License Plate ID and Capture
All our ProVue NVRs are equipped with advanced AI (Artificial Intelligence), built right into the software. It provides the ability to identify license plates and send alerts if a known or unknown plate is detected. The system automatically detects, captures, and compares plates against a whitelist, blacklist, or unknown and can perform custom responses for any of them. The system automatically creates a video and snapshot of each plate which can be searched in the database.
BUT! Several variables must be considered to reliably capture plates. Follow these rules and you’ll reliably capture plates.
The Rules to Capturing License Plates
Capturing a license plate is one of the most challenging tasks a video surveillance system is asked to do. In fact, it is much easier to get facial recognition than it is to capture a license plate. The advice below will help produce the desired results.
- Speed of the Car
The average speed that vehicles will be traveling is an important factor to consider when selecting the camera. It is best to select a targeted area that requires the car to reduce its speed as much as possible. If the car is traveling faster than 20mph, you will require a camera that has the ability to adjust shutter speeds so that the image does not blur. If the vehicle is traveling under 20mph, the task becomes much easier.
Many of our ProVue IP cameras have the ability to increase the shutter speed. This is needed if you plan on capturing plates at speeds above 20mph, for best performance increase the shutter speed as the vehicle's speed increases. This will increase the clarity of any object at high speed. Recommended ProVue Cameras: Pro90D, Pro120-4K, Pro90MZ, Pro240.
- Camera Location
The location of the camera to the car's path is very important. If the camera is placed at too much of an angle from the plate's path, it will not produce the desired results. The best location for a camera is one that allows the camera to view the plate perpendicularly (as close to straight on as possible). The easy way to test the camera location is to simply park a car at the location you plan to capture plates, and then stand at the camera location. If you can clearly read the plate, the location should work.
- Dedicated Camera
The most common mistake made is to ask one camera to do the work of two or three. Often a customer will expect their camera to simultaneously view their driveway, see a person's face in a car and read the license plate. This is not possible. Each one of these tasks requires a different field of view (or focal length). Usually, the camera is set to a wide viewing angle to see as much as possible, completely eliminating the ability to capture the detail needed to read a license plate. So here is the Golden Rule: One camera must be dedicated to ONLY reading license plates. This will allow you to adjust the field of view specifically for this task, assuring success.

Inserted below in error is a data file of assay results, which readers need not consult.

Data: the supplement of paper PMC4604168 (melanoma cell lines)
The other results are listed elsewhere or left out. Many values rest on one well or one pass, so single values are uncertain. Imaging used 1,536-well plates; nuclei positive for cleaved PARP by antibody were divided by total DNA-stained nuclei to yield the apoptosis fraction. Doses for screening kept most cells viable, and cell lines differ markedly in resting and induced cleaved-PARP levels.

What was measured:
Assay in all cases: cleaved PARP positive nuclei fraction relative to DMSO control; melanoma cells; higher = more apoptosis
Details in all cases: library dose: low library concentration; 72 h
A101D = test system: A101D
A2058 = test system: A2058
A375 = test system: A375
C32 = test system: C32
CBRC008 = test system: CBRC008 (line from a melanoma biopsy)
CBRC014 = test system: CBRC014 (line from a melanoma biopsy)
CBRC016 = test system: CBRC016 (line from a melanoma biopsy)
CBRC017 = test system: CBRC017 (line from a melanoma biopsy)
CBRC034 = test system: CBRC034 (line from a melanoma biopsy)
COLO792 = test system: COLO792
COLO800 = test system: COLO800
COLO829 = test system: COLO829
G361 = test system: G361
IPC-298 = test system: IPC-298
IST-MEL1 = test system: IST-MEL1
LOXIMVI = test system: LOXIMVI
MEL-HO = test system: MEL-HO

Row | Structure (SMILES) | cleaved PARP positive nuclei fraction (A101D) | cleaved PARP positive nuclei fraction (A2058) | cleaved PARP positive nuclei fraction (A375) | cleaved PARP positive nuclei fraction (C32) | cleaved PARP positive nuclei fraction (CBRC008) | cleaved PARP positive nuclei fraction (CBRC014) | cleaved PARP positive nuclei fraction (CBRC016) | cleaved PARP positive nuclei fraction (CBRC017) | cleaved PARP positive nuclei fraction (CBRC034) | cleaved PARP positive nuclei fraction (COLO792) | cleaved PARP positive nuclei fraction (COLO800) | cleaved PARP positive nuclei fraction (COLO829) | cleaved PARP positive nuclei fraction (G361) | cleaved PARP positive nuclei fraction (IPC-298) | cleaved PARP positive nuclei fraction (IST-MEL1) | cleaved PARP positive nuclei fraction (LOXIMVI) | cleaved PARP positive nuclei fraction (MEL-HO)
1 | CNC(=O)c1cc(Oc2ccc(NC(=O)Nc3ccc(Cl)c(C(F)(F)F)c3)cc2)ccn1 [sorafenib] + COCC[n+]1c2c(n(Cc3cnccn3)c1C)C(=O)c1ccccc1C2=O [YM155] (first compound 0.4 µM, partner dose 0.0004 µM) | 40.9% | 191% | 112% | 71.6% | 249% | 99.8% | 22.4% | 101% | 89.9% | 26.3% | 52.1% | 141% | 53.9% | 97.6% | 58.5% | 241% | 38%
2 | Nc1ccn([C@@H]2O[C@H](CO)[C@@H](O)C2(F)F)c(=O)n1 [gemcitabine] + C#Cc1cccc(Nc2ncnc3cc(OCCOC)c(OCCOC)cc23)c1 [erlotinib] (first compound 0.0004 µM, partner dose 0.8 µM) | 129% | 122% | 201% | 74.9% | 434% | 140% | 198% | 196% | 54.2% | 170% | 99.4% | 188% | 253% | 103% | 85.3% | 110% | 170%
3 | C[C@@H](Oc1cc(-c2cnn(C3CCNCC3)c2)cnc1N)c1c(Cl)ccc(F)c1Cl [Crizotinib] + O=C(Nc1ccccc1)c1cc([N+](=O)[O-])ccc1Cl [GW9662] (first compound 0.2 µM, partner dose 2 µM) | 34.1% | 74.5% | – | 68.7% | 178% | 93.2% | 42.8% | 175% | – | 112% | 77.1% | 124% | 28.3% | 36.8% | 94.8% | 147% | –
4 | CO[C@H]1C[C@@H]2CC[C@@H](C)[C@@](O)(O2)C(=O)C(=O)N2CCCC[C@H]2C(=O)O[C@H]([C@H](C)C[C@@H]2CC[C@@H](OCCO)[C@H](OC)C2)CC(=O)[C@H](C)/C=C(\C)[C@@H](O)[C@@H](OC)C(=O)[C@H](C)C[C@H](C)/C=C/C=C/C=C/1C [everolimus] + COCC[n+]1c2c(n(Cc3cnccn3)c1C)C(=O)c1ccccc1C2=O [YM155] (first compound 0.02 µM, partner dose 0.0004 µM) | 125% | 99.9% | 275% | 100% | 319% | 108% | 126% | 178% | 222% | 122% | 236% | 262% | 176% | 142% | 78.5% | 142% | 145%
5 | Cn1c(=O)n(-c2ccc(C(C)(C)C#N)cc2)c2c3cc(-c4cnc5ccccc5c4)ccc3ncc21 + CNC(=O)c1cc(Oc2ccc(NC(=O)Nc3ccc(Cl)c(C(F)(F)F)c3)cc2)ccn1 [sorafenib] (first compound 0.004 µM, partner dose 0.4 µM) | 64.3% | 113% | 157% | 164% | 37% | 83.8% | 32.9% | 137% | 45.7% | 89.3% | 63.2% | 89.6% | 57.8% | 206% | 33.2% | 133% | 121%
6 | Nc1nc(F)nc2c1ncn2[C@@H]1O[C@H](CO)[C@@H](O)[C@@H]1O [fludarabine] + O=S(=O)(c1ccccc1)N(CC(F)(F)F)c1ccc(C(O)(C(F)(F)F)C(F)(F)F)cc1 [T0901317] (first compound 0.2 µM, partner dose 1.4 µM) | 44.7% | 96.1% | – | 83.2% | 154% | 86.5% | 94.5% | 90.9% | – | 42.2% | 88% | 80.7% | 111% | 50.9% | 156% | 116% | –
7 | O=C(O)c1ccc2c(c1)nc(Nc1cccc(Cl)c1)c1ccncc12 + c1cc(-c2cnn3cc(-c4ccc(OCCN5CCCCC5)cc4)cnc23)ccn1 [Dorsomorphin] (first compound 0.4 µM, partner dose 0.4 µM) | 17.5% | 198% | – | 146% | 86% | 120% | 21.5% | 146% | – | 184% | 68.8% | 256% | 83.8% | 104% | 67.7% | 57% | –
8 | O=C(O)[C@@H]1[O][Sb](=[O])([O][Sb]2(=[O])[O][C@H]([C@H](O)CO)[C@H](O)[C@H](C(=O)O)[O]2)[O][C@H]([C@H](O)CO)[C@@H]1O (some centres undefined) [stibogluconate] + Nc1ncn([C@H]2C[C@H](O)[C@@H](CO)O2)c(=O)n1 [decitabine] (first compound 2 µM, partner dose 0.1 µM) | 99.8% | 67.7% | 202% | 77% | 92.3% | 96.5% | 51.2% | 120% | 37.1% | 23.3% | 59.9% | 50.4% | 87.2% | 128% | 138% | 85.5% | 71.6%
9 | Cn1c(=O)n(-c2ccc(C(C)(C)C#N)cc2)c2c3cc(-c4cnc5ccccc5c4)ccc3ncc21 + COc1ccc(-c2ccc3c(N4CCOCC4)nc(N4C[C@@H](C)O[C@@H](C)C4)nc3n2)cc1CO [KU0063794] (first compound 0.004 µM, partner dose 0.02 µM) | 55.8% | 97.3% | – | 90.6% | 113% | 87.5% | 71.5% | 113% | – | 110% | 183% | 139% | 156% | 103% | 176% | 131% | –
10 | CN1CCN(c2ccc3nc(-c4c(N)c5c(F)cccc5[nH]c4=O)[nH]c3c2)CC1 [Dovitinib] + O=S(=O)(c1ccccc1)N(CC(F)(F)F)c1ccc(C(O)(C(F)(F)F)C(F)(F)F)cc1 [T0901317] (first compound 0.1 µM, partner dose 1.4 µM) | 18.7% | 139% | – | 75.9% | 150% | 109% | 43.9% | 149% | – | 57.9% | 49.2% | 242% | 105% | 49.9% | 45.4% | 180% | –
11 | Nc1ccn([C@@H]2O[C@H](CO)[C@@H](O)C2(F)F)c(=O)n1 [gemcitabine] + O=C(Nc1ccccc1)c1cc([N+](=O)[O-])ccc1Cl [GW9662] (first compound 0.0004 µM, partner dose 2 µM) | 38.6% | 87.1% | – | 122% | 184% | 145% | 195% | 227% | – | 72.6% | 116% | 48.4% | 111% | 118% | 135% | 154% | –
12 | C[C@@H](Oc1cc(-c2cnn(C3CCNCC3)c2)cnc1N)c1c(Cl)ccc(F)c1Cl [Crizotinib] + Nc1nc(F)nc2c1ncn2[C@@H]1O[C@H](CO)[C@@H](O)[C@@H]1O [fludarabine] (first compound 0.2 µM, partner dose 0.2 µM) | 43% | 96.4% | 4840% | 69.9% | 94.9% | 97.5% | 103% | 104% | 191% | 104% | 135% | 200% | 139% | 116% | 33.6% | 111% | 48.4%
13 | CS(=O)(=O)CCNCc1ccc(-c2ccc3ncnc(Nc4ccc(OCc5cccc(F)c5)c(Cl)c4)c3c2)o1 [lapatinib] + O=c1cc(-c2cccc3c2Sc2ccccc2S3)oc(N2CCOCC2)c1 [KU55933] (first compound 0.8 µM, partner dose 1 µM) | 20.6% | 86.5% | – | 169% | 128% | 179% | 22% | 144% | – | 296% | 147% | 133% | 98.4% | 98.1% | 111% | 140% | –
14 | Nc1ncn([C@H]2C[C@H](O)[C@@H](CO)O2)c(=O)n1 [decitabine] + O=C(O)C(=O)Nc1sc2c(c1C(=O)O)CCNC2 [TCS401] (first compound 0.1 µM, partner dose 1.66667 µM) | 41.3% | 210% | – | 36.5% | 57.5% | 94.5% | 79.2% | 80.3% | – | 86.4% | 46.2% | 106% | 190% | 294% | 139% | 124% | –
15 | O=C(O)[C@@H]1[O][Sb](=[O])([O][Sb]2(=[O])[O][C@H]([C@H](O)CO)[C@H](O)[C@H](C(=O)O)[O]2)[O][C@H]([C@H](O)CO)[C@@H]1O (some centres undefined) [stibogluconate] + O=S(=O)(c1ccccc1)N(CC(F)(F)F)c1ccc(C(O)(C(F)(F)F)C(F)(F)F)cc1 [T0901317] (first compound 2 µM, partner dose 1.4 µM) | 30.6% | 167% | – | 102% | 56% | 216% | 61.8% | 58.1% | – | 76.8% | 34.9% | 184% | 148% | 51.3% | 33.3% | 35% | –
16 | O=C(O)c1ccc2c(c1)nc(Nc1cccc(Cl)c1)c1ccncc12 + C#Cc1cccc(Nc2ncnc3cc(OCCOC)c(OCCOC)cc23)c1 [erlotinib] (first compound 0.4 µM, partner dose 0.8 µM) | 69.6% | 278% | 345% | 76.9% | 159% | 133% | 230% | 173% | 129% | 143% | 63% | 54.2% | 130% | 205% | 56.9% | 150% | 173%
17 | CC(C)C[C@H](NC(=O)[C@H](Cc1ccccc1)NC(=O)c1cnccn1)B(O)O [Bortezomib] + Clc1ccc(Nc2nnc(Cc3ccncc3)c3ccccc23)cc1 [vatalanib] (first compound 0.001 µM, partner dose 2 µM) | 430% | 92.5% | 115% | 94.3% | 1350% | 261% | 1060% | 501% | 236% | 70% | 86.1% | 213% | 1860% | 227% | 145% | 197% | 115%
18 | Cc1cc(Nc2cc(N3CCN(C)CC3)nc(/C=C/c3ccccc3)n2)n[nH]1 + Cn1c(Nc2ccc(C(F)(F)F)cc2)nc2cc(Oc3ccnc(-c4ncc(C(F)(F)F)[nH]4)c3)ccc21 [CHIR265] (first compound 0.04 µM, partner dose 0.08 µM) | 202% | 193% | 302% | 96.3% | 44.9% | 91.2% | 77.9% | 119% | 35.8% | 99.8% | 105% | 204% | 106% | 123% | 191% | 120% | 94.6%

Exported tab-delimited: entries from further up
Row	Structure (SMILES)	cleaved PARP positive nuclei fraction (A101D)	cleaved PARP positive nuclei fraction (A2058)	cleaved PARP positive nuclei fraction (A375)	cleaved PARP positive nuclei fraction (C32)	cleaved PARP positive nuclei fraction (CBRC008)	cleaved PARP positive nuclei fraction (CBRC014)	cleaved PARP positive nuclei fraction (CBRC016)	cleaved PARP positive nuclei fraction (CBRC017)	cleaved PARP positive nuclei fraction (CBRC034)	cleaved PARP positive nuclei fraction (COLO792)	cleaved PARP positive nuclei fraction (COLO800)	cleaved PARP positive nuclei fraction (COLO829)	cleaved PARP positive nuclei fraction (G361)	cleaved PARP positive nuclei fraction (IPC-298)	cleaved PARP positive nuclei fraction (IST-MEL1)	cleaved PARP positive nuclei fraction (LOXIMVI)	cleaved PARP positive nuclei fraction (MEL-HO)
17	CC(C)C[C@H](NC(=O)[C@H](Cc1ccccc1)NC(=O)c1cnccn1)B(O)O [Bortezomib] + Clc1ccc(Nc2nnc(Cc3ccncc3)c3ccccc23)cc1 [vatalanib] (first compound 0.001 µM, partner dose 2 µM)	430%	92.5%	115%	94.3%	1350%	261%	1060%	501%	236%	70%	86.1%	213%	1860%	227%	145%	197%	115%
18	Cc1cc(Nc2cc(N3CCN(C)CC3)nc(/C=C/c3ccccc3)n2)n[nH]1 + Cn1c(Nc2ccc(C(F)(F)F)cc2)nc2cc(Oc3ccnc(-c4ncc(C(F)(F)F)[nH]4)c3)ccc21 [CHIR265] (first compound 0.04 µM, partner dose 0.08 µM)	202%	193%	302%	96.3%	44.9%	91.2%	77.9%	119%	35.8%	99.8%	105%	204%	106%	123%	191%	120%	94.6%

- Glare & Reflection
At night, cameras have the difficult job of balancing between the darkness and the intense glare of headlights and tail lights. The solution is to have the ability to adjust the camera's sensitivity to light by adjusting WDR (Wide Dynamic Range), backlighting, and other image options. The ProVue cameras listed above have the ability to make these adjustments. Most HD cameras can capture plates during the day, but there is no guarantee of successfully capturing plates at night. Each application is different and some may require an LPR camera (license plate capture). These cameras are designed specifically for plate capture, they have advanced image filters that eliminate the glare from headlights and tail lights and adjust to the reflective nature of the license plate. LPR cameras are great plate cameras but poor surveillance cameras. They are expensive but in some applications are required to capture plates at night.
- Selecting the Right Camera
There are two distances that matter when choosing the right camera for your application:
A) The distance from the camera location to the location you expect to capture the plate
B) The horizontal viewing distance at the location of the plate
Both distances can be accommodated by using a camera with a zoom lens. As an example, the chart below indicates using a 2.8 to 12mm lens will allow you to mount the camera 60 feet away from the plate location and still achieve a horizontal field of view of 18 feet.
We recommend the following maximum viewing distance to reliably capture plates.
If you would like expert advice on how to select and locate a camera for your application, give us a call we will be glad to help.